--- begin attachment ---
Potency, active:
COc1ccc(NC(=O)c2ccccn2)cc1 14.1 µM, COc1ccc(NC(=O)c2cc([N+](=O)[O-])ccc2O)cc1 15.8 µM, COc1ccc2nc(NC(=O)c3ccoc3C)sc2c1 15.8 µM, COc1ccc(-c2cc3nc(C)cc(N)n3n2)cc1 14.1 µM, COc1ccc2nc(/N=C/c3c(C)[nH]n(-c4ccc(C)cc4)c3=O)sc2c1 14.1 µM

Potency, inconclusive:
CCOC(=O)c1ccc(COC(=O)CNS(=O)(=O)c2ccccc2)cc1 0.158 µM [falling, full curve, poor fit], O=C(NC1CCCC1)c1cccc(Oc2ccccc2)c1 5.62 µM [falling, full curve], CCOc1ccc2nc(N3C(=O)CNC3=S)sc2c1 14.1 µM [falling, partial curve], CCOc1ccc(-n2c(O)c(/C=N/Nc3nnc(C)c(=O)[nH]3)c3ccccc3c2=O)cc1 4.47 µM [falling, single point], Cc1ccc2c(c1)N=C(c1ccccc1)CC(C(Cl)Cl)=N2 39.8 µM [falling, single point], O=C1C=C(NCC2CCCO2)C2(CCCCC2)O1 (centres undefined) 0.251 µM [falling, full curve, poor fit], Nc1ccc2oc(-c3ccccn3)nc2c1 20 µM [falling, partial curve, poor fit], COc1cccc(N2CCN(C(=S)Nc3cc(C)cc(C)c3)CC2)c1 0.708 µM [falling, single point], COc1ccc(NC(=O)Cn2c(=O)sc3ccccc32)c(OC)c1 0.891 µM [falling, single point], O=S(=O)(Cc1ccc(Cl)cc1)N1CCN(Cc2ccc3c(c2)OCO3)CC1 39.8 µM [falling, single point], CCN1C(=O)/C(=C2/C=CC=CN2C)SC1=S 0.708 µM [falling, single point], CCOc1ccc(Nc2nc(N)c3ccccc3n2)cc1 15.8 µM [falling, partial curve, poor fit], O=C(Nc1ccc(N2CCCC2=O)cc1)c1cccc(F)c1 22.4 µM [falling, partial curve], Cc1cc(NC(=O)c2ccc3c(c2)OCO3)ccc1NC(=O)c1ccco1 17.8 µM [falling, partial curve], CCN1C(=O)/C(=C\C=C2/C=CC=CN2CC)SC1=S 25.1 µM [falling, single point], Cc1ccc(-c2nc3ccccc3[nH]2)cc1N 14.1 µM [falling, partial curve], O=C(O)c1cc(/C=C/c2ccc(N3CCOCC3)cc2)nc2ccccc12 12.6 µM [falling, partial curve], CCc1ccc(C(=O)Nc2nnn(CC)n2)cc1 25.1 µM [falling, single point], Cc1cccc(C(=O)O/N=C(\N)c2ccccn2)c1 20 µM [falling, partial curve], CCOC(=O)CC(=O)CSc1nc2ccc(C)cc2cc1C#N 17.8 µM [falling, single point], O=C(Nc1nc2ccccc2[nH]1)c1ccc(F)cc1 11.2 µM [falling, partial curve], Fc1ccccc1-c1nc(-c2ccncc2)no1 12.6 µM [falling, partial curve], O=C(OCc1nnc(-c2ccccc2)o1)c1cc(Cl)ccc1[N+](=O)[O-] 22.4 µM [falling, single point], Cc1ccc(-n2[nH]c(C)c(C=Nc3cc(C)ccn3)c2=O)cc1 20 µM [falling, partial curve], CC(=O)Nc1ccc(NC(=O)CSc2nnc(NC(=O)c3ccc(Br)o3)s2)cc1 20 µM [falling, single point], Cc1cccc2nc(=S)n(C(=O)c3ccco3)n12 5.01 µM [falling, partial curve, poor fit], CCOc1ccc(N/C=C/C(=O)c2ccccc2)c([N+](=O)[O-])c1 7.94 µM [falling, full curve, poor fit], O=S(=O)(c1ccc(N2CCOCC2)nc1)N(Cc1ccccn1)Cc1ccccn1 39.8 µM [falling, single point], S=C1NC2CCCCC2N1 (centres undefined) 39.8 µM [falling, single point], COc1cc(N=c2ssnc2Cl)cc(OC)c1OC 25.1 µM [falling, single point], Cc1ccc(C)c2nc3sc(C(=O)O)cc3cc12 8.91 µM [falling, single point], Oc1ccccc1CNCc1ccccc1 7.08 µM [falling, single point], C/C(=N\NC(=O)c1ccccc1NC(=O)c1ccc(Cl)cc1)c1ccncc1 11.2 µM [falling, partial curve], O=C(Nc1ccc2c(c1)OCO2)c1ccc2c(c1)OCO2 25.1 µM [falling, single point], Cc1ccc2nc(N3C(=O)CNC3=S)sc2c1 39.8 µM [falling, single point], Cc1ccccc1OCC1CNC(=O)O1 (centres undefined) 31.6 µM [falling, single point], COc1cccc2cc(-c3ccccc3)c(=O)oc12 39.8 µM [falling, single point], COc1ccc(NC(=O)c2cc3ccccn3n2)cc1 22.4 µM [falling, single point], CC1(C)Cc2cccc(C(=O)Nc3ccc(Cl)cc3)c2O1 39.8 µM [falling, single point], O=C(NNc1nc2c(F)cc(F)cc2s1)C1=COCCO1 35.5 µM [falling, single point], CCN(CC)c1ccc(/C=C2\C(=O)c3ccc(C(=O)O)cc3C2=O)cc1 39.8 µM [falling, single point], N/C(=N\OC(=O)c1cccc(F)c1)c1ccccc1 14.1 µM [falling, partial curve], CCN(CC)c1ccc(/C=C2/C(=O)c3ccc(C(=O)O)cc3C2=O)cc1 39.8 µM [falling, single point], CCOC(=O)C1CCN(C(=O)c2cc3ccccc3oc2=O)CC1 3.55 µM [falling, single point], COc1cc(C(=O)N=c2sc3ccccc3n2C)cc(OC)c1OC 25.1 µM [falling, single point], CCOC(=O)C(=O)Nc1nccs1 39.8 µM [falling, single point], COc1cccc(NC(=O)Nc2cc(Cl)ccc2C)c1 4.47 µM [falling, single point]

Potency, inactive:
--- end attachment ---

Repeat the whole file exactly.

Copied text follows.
Potency, active:
COc1ccc(NC(=O)c2ccccn2)cc1 14.1 µM, COc1ccc(NC(=O)c2cc([N+](=O)[O-])ccc2O)cc1 15.8 µM, COc1ccc2nc(NC(=O)c3ccoc3C)sc2c1 15.8 µM, COc1ccc(-c2cc3nc(C)cc(N)n3n2)cc1 14.1 µM, COc1ccc2nc(/N=C/c3c(C)[nH]n(-c4ccc(C)cc4)c3=O)sc2c1 14.1 µM

Potency, inconclusive:
CCOC(=O)c1ccc(COC(=O)CNS(=O)(=O)c2ccccc2)cc1 0.158 µM [falling, full curve, poor fit], O=C(NC1CCCC1)c1cccc(Oc2ccccc2)c1 5.62 µM [falling, full curve], CCOc1ccc2nc(N3C(=O)CNC3=S)sc2c1 14.1 µM [falling, partial curve], CCOc1ccc(-n2c(O)c(/C=N/Nc3nnc(C)c(=O)[nH]3)c3ccccc3c2=O)cc1 4.47 µM [falling, single point], Cc1ccc2c(c1)N=C(c1ccccc1)CC(C(Cl)Cl)=N2 39.8 µM [falling, single point], O=C1C=C(NCC2CCCO2)C2(CCCCC2)O1 (centres undefined) 0.251 µM [falling, full curve, poor fit], Nc1ccc2oc(-c3ccccn3)nc2c1 20 µM [falling, partial curve, poor fit], COc1cccc(N2CCN(C(=S)Nc3cc(C)cc(C)c3)CC2)c1 0.708 µM [falling, single point], COc1ccc(NC(=O)Cn2c(=O)sc3ccccc32)c(OC)c1 0.891 µM [falling, single point], O=S(=O)(Cc1ccc(Cl)cc1)N1CCN(Cc2ccc3c(c2)OCO3)CC1 39.8 µM [falling, single point], CCN1C(=O)/C(=C2/C=CC=CN2C)SC1=S 0.708 µM [falling, single point], CCOc1ccc(Nc2nc(N)c3ccccc3n2)cc1 15.8 µM [falling, partial curve, poor fit], O=C(Nc1ccc(N2CCCC2=O)cc1)c1cccc(F)c1 22.4 µM [falling, partial curve], Cc1cc(NC(=O)c2ccc3c(c2)OCO3)ccc1NC(=O)c1ccco1 17.8 µM [falling, partial curve], CCN1C(=O)/C(=C\C=C2/C=CC=CN2CC)SC1=S 25.1 µM [falling, single point], Cc1ccc(-c2nc3ccccc3[nH]2)cc1N 14.1 µM [falling, partial curve], O=C(O)c1cc(/C=C/c2ccc(N3CCOCC3)cc2)nc2ccccc12 12.6 µM [falling, partial curve], CCc1ccc(C(=O)Nc2nnn(CC)n2)cc1 25.1 µM [falling, single point], Cc1cccc(C(=O)O/N=C(\N)c2ccccn2)c1 20 µM [falling, partial curve], CCOC(=O)CC(=O)CSc1nc2ccc(C)cc2cc1C#N 17.8 µM [falling, single point], O=C(Nc1nc2ccccc2[nH]1)c1ccc(F)cc1 11.2 µM [falling, partial curve], Fc1ccccc1-c1nc(-c2ccncc2)no1 12.6 µM [falling, partial curve], O=C(OCc1nnc(-c2ccccc2)o1)c1cc(Cl)ccc1[N+](=O)[O-] 22.4 µM [falling, single point], Cc1ccc(-n2[nH]c(C)c(C=Nc3cc(C)ccn3)c2=O)cc1 20 µM [falling, partial curve], CC(=O)Nc1ccc(NC(=O)CSc2nnc(NC(=O)c3ccc(Br)o3)s2)cc1 20 µM [falling, single point], Cc1cccc2nc(=S)n(C(=O)c3ccco3)n12 5.01 µM [falling, partial curve, poor fit], CCOc1ccc(N/C=C/C(=O)c2ccccc2)c([N+](=O)[O-])c1 7.94 µM [falling, full curve, poor fit], O=S(=O)(c1ccc(N2CCOCC2)nc1)N(Cc1ccccn1)Cc1ccccn1 39.8 µM [falling, single point], S=C1NC2CCCCC2N1 (centres undefined) 39.8 µM [falling, single point], COc1cc(N=c2ssnc2Cl)cc(OC)c1OC 25.1 µM [falling, single point], Cc1ccc(C)c2nc3sc(C(=O)O)cc3cc12 8.91 µM [falling, single point], Oc1ccccc1CNCc1ccccc1 7.08 µM [falling, single point], C/C(=N\NC(=O)c1ccccc1NC(=O)c1ccc(Cl)cc1)c1ccncc1 11.2 µM [falling, partial curve], O=C(Nc1ccc2c(c1)OCO2)c1ccc2c(c1)OCO2 25.1 µM [falling, single point], Cc1ccc2nc(N3C(=O)CNC3=S)sc2c1 39.8 µM [falling, single point], Cc1ccccc1OCC1CNC(=O)O1 (centres undefined) 31.6 µM [falling, single point], COc1cccc2cc(-c3ccccc3)c(=O)oc12 39.8 µM [falling, single point], COc1ccc(NC(=O)c2cc3ccccn3n2)cc1 22.4 µM [falling, single point], CC1(C)Cc2cccc(C(=O)Nc3ccc(Cl)cc3)c2O1 39.8 µM [falling, single point], O=C(NNc1nc2c(F)cc(F)cc2s1)C1=COCCO1 35.5 µM [falling, single point], CCN(CC)c1ccc(/C=C2\C(=O)c3ccc(C(=O)O)cc3C2=O)cc1 39.8 µM [falling, single point], N/C(=N\OC(=O)c1cccc(F)c1)c1ccccc1 14.1 µM [falling, partial curve], CCN(CC)c1ccc(/C=C2/C(=O)c3ccc(C(=O)O)cc3C2=O)cc1 39.8 µM [falling, single point], CCOC(=O)C1CCN(C(=O)c2cc3ccccc3oc2=O)CC1 3.55 µM [falling, single point], COc1cc(C(=O)N=c2sc3ccccc3n2C)cc(OC)c1OC 25.1 µM [falling, single point], CCOC(=O)C(=O)Nc1nccs1 39.8 µM [falling, single point], COc1cccc(NC(=O)Nc2cc(Cl)ccc2C)c1 4.47 µM [falling, single point]

Potency, inactive: